Already, in only my first seven posts, I’ve written of my aversion to both risk and change.  So you won’t be surprised to learn that if I allow the thoughts to linger too long in my head,  I could quite easily talk myself out of this big life-change of hitting the road.  Why is it that road blocks–the things I fear and that keep me up at night–are so easy to focus on?

Fear is a funny thing isn’t it?  And I’m not talking about physical fear.  That’s an entirely different beast.  Fear is all in your mind, yet fear is strong and tough in a way few things are.  Here is the list of things I’m afraid of.  Then we won’t talk about this again…at least not until I’m on the road and the only movement is forward.

      1. My stomach knots even as my fingers prepare to write this.  My single biggest fear is that, after years of planning, preparation, downsizing and thinking of little else, I will hate it.  Can’t really expand on this fear or I might cry.008 - I Will Hate It - Pullout Quote
      2. Things that go bump in the night.  Like wild things, unsavory people.  When I moved to New York City for college I never thought I’d adjust to the constant noise, no matter the hour.  But I did.  It wasn’t long before I slept through garbage trucks backing up in the middle of the night.  And, when I moved into my house in Anchorage, I never thought I’d adjust to the whoosh of cars speeding by on one of the main thoroughfares half a block from my house.  But I did.  Now it serves as white noise which I hear and don’t hear all at the same time.  RVing is a transient lifestyle.  Moving every couple weeks means constantly adjusting to the sounds of new surroundings.  So I’m a little scared it will prove difficult to get used to.  Will I ever adjust or will my tendency toward vigilance always be in high gear?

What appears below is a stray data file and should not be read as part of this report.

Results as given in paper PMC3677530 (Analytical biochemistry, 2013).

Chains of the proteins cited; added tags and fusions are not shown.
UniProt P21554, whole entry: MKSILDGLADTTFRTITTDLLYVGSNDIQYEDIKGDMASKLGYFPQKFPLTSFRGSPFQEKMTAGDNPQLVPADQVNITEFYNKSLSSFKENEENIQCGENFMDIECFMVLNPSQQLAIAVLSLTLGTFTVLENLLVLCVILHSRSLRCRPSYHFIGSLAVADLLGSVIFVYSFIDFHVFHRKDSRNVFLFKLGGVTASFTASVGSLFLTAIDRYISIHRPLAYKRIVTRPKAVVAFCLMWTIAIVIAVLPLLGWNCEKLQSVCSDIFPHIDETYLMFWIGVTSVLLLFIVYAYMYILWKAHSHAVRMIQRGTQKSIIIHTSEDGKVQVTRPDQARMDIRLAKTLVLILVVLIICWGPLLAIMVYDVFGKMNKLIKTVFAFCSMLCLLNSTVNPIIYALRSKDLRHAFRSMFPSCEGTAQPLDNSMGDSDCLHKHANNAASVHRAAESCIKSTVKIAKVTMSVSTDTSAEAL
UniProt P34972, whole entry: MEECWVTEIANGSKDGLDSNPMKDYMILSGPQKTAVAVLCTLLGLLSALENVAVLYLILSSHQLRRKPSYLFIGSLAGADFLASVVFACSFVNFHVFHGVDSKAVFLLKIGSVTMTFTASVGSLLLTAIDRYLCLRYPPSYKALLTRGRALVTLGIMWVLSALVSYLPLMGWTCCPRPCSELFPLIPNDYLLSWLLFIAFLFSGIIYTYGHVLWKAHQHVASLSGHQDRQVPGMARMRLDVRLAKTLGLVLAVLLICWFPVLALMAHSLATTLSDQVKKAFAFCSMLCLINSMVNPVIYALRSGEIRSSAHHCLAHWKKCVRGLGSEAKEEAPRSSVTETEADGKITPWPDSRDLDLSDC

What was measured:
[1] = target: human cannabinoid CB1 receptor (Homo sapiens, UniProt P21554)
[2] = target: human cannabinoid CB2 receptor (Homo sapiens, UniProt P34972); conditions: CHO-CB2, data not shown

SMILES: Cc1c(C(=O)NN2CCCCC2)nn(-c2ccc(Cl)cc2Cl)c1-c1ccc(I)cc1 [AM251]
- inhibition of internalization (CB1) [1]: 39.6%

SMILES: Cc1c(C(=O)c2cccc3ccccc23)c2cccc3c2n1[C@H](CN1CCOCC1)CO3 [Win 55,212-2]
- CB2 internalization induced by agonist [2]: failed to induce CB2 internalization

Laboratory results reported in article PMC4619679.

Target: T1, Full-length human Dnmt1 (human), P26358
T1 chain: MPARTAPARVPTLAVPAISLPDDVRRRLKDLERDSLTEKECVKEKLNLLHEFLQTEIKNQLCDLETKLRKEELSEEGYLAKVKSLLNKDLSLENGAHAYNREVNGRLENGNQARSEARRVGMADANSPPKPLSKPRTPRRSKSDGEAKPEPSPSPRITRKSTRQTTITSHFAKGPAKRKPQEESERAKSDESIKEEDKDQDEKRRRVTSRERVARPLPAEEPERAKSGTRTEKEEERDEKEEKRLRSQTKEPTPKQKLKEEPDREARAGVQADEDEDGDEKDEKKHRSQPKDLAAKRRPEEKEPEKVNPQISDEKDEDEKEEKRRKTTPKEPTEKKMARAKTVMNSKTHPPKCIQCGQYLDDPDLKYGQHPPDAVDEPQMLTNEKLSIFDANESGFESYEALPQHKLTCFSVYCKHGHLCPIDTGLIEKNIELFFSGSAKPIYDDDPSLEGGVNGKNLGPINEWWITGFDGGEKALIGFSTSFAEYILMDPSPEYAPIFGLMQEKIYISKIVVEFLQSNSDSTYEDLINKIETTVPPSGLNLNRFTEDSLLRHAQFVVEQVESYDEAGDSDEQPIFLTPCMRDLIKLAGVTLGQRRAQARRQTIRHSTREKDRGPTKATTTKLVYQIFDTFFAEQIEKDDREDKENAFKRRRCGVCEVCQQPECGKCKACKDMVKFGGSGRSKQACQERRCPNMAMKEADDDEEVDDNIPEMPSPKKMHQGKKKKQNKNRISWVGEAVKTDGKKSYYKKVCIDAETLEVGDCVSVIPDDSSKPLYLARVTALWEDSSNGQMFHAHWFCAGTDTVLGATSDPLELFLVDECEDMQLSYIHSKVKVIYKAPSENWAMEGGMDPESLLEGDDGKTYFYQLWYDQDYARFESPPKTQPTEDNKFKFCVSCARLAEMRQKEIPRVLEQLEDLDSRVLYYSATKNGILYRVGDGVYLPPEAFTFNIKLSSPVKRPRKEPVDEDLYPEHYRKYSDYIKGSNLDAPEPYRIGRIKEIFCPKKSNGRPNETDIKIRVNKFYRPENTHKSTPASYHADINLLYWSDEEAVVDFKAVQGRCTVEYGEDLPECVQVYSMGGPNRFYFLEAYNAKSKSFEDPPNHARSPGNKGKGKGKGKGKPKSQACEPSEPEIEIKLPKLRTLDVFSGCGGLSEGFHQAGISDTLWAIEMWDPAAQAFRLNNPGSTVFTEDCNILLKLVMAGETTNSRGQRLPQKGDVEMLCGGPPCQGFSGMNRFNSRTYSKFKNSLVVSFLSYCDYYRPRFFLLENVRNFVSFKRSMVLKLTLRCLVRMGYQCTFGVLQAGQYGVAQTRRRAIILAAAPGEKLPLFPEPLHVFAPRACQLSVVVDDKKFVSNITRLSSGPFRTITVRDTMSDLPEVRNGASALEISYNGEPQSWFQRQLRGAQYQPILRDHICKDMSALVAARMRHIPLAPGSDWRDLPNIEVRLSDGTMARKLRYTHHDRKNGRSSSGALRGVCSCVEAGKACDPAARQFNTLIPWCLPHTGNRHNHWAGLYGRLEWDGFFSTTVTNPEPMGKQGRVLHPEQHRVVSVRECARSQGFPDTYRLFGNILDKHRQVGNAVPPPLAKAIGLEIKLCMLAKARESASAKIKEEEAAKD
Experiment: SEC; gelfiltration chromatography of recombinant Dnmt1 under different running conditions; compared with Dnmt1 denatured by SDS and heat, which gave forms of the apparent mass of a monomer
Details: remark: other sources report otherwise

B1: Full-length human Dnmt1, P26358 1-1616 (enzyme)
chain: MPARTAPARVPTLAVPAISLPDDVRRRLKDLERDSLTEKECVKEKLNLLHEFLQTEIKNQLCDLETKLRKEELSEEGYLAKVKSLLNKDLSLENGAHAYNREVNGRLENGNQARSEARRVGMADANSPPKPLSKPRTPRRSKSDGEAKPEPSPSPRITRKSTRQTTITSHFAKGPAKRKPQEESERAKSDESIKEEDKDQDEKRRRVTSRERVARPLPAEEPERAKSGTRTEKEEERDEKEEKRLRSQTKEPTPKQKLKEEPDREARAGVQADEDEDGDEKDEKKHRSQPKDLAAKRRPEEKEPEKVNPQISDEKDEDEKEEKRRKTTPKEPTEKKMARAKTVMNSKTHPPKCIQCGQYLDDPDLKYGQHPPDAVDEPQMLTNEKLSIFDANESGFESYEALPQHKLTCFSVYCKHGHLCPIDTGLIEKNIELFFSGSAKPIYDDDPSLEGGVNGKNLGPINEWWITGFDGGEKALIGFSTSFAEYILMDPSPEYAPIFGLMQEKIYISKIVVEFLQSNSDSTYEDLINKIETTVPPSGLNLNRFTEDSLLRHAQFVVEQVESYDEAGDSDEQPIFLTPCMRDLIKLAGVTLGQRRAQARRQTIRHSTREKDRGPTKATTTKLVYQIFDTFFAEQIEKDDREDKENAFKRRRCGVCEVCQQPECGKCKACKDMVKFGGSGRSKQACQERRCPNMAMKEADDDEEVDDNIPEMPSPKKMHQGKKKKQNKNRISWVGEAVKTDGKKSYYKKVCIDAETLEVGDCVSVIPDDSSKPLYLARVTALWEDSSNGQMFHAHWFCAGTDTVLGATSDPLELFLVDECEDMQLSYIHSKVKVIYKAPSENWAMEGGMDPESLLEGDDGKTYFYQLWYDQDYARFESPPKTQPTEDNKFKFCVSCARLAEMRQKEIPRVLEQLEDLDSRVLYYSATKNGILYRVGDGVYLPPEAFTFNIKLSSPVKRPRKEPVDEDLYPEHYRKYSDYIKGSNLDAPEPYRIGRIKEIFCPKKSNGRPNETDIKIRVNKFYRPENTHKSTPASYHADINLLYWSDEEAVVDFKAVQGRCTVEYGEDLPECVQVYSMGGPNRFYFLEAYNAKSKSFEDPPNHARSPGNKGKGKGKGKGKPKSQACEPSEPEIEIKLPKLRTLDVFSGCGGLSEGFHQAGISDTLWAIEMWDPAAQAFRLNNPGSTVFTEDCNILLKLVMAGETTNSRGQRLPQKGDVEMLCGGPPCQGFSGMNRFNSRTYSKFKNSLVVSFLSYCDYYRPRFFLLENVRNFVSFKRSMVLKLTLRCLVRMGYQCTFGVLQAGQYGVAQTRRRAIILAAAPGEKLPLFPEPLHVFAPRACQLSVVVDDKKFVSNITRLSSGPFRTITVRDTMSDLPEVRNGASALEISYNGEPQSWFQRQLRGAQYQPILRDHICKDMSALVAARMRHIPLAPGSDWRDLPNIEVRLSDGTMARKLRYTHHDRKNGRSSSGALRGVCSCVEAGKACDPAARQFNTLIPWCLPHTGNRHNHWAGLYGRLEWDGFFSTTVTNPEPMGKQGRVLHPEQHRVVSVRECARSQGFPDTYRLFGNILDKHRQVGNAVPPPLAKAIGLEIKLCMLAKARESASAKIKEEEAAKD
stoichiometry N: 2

3. I’m a homebody and an introvert who feels out of whack if I’m away from home too long.  Still, I find myself afraid of feeling lonely and isolated on the road.
      4. What if I’m boondocking in the middle of nowhere with no bars on the phone and no one around.  And what if my tow vehicle breaks down?  Really, what if?  I feel like before heading out I should know the answer to that question and I just don’t.0008 Cell Phone No Bars
      5. I have a dog and a cat.  Those Backseat Drivers will be introduced in a future post.  They are both old-ish (9 and 13, respectively) and sometimes I fear they won’t live to go on the road with me.  Or, worse, I fear they will not be able to adjust to our lifestyle.
      6. My brain knows that a lot of people before me have figured out how to drive their rig.  Still, I worry I won’t get the hang of driving a big beast, even if mine is half the size of the biggest ones out there.  What if I’m the only person just too stupid and intimidated to get comfortable pulling a trailer?  Fear is irrational and mental, I know, see paragraph number two.  Still we fear what we fear.
      7. I fear I won’t be able to think up a cool name for my trailer.  In fact, I’ll confess it here, it never even occurred to me to name the trailer (or the tow vehicle) until I saw other people had names for theirs.  I briefly thought of Thing 1 and Thing 2 from Dr. Seuss but that’s silly.  When I have the trailer and tow vehicle, I will take suggestions!
      8. It can be easy to forget, when I focus on the details of the transition but I started on this path to find more hours in the day to write.  Sometimes, I fear that was only something I told myself about myself.  And given the opportunity to prove it, I fear I might fail.  What if I don’t write?  What if I never write that publishable novel?

0008 Writing in a Journal - Unsplashed

I have no doubt that if I lingered on this question, I would find a bucket’s worth of fears.  But let’s leave it at eight.  That’s plenty.  What about you?  What are your great fears?  Or have you ever made a big change in your life only to discover it was the wrong move?

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